Open-ear earbuds

Both have risen in popularity, deliver more awareness, and promise comfortable long-wear, but which are for you?

Open-ear earbuds

Key Takeaways

  • Personal audio is booming with the popularity of Bluetooth headphones and streaming services, making it convenient and accessible for everyone.
  • Open-ear earbuds offer better spatial awareness and comfort compared to other types of headphones, making them popular among athletes and those who want to stay connected to their surroundings.
  • Open-back earbuds offer a compromise between regular earbuds and open-ear designs, providing better soundstage but with limited options available.

Personal audio is going through its biggest boom in years, and you can see it everywhere on the streets. People are going around with their Bluetooth earbuds or headphones, always listening to their favorite tunes using Spotify or other streaming services.

This immense popularity shouldn't really be a surprise. With how convenient listening to music is now, with great wireless headphones and awesome, cheap streaming services, there has never been a better time to get into music. You can listen everywhere you are, to everything your heart desires, without the need to carry around a pack of CDs or even a separate MP3 player.


Open-ear earbuds

Interestingly though, the popularity of Bluetooth headphones also gave birth to a slew of innovations in Bluetooth earbuds themselves. While only a few years ago the only widespread form factor was the standard in-ear, wired buds, you can now get multiple different versions of wireless earphones, with different strengths and purposes.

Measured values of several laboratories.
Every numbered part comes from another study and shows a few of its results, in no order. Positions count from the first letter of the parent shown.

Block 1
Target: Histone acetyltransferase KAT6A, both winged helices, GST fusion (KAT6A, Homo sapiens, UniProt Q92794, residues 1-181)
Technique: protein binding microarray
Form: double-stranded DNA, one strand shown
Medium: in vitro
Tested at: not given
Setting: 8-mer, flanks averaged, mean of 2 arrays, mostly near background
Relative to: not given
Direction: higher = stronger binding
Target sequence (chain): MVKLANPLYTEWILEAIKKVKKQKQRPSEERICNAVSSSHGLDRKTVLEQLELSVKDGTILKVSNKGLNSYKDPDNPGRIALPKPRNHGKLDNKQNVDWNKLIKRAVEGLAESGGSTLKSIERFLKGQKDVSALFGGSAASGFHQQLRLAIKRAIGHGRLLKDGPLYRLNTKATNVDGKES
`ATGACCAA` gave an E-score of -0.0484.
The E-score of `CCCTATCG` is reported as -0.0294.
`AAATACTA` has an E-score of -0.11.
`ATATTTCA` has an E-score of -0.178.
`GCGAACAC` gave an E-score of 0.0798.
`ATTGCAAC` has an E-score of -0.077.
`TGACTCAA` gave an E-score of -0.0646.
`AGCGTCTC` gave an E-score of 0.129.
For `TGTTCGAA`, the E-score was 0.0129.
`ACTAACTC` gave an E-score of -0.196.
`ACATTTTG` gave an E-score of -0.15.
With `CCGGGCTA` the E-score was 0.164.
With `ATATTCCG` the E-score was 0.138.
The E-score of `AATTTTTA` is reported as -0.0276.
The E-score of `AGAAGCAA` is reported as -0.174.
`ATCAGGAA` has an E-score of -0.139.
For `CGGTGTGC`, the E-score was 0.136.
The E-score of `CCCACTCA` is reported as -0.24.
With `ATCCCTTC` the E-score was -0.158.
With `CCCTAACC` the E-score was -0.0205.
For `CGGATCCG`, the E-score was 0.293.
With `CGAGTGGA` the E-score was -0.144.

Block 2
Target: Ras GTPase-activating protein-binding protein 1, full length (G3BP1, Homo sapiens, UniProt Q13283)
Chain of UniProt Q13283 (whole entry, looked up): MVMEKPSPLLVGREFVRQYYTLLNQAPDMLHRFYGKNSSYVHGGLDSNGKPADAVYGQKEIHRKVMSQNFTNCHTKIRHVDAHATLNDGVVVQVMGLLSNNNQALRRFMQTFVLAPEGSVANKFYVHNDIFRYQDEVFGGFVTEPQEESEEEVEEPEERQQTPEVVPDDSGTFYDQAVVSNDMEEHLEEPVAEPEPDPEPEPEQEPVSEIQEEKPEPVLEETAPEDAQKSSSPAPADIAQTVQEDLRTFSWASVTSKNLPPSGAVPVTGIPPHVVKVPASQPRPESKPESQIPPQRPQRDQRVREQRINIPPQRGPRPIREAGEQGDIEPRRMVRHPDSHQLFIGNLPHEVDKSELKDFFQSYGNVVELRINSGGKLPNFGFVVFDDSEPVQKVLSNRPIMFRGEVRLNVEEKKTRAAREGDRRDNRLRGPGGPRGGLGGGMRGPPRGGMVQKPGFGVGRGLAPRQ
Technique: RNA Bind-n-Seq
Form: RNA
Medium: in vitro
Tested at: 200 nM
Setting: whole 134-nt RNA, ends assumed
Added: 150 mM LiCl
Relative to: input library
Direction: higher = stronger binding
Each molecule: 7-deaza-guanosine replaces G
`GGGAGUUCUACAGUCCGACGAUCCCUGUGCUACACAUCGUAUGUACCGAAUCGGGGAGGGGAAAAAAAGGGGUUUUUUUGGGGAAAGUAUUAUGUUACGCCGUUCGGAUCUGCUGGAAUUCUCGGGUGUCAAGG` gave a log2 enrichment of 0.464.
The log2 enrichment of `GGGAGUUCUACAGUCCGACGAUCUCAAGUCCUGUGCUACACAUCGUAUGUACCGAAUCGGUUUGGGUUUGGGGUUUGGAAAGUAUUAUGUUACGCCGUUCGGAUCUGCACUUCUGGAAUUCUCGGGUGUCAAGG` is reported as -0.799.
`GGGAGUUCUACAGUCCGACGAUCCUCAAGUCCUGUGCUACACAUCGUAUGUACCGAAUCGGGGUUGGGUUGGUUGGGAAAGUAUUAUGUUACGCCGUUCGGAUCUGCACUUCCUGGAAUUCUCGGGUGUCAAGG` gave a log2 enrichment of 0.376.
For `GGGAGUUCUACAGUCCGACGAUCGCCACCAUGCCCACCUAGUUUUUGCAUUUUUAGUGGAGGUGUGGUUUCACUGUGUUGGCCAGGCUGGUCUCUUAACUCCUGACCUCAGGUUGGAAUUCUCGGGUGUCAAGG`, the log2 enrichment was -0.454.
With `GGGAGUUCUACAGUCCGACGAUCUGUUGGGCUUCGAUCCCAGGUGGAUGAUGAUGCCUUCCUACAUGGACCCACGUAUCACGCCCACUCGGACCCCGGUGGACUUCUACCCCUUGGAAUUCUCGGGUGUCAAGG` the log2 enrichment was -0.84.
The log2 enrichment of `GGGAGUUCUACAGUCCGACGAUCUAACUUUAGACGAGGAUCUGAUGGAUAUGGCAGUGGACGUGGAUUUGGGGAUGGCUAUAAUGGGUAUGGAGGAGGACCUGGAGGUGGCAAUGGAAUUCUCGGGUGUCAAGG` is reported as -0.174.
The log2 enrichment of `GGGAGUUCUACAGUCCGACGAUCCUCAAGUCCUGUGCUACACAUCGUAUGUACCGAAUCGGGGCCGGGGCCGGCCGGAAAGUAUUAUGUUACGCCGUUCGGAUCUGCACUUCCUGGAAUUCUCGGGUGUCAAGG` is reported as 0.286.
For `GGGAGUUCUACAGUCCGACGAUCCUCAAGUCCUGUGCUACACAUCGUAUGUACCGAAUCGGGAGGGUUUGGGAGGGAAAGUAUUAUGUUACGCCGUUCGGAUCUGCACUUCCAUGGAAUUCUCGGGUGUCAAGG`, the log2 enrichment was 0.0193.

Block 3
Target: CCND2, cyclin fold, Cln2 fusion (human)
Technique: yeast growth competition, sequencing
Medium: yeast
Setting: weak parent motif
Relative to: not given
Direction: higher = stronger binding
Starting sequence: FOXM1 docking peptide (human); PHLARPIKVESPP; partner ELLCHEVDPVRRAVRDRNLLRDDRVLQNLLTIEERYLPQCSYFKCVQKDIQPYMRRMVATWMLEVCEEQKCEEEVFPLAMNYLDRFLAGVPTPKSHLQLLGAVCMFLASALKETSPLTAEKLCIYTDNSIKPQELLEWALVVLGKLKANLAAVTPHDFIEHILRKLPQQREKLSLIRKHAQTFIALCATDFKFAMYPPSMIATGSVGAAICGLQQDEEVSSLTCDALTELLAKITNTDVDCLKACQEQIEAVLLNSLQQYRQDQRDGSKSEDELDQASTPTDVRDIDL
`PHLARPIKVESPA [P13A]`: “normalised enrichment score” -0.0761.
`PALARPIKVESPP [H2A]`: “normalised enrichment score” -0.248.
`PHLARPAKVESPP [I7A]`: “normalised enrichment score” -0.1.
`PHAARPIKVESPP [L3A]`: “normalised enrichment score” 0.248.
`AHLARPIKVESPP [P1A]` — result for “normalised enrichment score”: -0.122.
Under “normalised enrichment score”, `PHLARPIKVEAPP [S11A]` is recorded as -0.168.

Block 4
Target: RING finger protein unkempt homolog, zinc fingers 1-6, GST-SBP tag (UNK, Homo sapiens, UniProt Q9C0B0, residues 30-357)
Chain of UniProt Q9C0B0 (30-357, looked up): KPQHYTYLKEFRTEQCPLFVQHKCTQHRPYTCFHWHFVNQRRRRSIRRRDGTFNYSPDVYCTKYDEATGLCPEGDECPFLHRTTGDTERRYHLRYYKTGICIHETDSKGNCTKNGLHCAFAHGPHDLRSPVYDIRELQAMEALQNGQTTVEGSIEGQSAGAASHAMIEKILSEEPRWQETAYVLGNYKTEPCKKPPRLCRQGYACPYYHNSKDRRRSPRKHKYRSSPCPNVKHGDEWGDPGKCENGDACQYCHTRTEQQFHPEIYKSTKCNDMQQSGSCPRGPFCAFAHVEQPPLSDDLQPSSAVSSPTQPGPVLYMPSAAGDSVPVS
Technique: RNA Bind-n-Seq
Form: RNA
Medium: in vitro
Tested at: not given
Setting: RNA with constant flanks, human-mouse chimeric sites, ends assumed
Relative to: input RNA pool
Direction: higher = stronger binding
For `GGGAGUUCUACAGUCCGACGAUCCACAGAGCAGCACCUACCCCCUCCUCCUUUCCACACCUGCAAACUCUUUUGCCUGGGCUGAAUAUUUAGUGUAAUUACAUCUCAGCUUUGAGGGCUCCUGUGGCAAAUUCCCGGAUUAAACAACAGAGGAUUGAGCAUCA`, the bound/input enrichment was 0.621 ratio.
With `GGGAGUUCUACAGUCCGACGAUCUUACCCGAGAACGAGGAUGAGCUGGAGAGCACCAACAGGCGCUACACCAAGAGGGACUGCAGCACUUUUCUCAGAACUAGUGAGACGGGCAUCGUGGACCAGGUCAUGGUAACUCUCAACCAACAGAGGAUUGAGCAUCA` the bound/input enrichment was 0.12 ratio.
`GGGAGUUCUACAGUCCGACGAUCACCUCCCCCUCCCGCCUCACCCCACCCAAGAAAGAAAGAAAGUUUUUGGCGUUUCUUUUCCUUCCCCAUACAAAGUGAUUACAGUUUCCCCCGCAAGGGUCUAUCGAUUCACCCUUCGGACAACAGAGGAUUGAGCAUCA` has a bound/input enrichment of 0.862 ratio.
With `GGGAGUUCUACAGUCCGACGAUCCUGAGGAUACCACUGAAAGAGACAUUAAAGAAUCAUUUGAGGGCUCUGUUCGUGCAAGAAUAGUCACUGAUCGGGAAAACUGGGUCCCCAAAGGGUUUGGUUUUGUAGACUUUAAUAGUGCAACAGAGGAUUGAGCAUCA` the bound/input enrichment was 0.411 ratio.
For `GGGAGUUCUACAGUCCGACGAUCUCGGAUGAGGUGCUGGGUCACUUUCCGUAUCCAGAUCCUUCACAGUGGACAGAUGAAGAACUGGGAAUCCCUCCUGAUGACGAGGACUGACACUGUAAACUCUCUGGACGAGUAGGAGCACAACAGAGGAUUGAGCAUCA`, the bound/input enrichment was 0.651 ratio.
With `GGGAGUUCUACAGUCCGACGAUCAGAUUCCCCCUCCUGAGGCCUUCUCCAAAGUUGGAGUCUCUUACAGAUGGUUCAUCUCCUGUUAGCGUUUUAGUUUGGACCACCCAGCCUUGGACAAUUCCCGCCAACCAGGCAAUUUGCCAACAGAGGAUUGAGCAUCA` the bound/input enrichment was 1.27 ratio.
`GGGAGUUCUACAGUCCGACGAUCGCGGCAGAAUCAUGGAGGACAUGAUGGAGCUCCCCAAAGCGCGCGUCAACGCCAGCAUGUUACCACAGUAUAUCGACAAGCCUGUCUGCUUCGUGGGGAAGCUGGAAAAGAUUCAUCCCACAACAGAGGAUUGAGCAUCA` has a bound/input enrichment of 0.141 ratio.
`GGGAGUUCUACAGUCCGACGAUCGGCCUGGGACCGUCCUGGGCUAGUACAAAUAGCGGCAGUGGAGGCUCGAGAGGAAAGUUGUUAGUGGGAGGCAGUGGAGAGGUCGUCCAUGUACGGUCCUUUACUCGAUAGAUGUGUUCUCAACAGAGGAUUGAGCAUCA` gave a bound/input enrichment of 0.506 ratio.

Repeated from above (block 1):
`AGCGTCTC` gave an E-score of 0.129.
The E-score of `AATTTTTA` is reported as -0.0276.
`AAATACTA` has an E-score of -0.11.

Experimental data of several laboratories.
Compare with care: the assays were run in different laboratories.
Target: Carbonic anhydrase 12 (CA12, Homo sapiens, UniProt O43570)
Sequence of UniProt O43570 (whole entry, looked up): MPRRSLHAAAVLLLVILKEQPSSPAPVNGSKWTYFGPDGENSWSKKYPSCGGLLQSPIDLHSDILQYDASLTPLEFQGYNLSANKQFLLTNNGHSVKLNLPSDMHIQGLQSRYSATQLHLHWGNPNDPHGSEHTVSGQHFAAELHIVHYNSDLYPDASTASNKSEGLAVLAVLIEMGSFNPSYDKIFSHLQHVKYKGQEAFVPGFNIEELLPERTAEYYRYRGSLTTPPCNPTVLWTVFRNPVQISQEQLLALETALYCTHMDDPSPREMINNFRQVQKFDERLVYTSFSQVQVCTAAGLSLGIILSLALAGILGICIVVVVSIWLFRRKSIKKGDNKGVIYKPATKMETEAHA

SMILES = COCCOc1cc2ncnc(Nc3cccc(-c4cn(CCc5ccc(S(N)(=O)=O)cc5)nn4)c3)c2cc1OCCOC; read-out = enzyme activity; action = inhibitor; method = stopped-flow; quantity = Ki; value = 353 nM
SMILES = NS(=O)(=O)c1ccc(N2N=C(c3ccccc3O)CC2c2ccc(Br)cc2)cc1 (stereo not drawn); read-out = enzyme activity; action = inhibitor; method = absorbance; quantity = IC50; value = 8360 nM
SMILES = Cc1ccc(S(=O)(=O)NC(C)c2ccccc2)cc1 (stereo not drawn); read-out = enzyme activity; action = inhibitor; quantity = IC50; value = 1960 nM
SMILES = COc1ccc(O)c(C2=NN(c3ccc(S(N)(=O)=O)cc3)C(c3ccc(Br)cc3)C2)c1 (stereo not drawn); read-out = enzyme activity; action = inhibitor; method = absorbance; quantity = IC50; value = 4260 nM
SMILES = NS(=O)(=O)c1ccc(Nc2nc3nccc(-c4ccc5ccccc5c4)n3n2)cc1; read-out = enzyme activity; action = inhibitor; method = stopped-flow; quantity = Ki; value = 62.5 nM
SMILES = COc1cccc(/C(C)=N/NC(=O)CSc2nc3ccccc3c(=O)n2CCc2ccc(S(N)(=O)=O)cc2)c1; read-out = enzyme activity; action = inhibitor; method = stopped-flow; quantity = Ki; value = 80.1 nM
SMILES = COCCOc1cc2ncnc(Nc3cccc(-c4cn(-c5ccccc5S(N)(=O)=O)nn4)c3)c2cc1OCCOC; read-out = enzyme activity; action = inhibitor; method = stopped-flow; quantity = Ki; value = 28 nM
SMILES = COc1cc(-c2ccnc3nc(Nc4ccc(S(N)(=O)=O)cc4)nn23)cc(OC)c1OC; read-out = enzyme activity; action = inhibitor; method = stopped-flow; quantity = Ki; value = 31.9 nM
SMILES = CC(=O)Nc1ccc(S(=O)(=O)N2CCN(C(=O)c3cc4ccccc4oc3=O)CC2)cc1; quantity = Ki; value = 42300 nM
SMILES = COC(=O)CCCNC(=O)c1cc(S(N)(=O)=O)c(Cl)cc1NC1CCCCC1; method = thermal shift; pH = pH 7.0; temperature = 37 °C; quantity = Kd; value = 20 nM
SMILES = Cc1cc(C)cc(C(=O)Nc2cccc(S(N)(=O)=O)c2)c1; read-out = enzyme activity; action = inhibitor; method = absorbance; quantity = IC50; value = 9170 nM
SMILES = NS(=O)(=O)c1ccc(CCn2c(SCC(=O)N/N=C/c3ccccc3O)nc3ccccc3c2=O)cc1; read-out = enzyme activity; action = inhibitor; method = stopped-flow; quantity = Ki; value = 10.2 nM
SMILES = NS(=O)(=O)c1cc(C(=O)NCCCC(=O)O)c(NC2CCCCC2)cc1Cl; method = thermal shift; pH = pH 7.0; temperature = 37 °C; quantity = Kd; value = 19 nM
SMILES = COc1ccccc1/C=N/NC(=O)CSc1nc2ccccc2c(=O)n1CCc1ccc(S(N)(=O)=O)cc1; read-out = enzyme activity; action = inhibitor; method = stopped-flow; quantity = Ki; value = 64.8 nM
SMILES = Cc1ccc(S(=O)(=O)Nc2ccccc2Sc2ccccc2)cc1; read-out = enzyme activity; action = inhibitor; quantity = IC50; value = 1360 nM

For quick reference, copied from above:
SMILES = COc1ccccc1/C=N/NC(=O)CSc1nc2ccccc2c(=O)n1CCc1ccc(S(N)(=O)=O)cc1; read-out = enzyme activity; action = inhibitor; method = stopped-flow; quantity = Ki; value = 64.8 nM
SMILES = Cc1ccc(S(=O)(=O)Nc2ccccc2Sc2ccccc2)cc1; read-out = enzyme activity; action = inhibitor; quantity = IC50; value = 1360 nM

Two of the most interesting types of buds to come into play are open-ear and open-back earbuds. Both of them have similar advantages, mainly focusing on being able to hear the sound of your surroundings, but they also vary significantly in other aspects. Read on.

Open-ear earbuds

What are open-ear earbuds?

Let's start with the broader category — the open-ear earbuds (or headphones). This might be a bit of a misnomer, especially when connecting the "earbuds" part with the "open-ear" part.

These are smaller, non-over-ear headphones that do not stick directly into your ear canal, but instead use various technologies to play music into your ear without blocking the sounds of your surroundings.

Open-ear headphones are a category of their own, and they serve a bit of a different purpose than either in-ear headphones or over-ear cans. They are mostly designed with the ability to let the sound through in mind, but they also excel in other fields.

Open-ear earbuds

Open-ear headphones: Pros

The advantages of open-ear earbuds are mainly concentrated on much better spatial awareness when wearing them compared to other types of headphones that generally try to block the sounds of the surroundings from going into your ears.

Open-ear headphones are so popular among athletes — you can wear them while working out but still keep in touch with your surroundings.

That's why open-ear headphones are so popular among athletes — you can wear them while working out but still keep in touch with your surroundings, making your workout — especially if you're doing it on the streets — much safer.

Open-ear earbuds are also generally more stable and comfortable than in-ear options, often using designs that employ neckbands or over-ear straps to comfortably stay in place. And as most of these designs cater to sportspeople, you can also expect them to have some kind of water and dust protection built-in.

Additionally, with no in-ear pressure build-up, they feature one of the most comfortable headphone designs on the market, so if you're looking for something smaller than full-sized cans, but don't like something in your ear, these might make for the perfect fit.

Open-ear earbuds

Open-ear headphones: Cons

Unfortunately, with all designs, as clever as they might be, there also come some inherent disadvantages, and the same is true for open-ear headphones.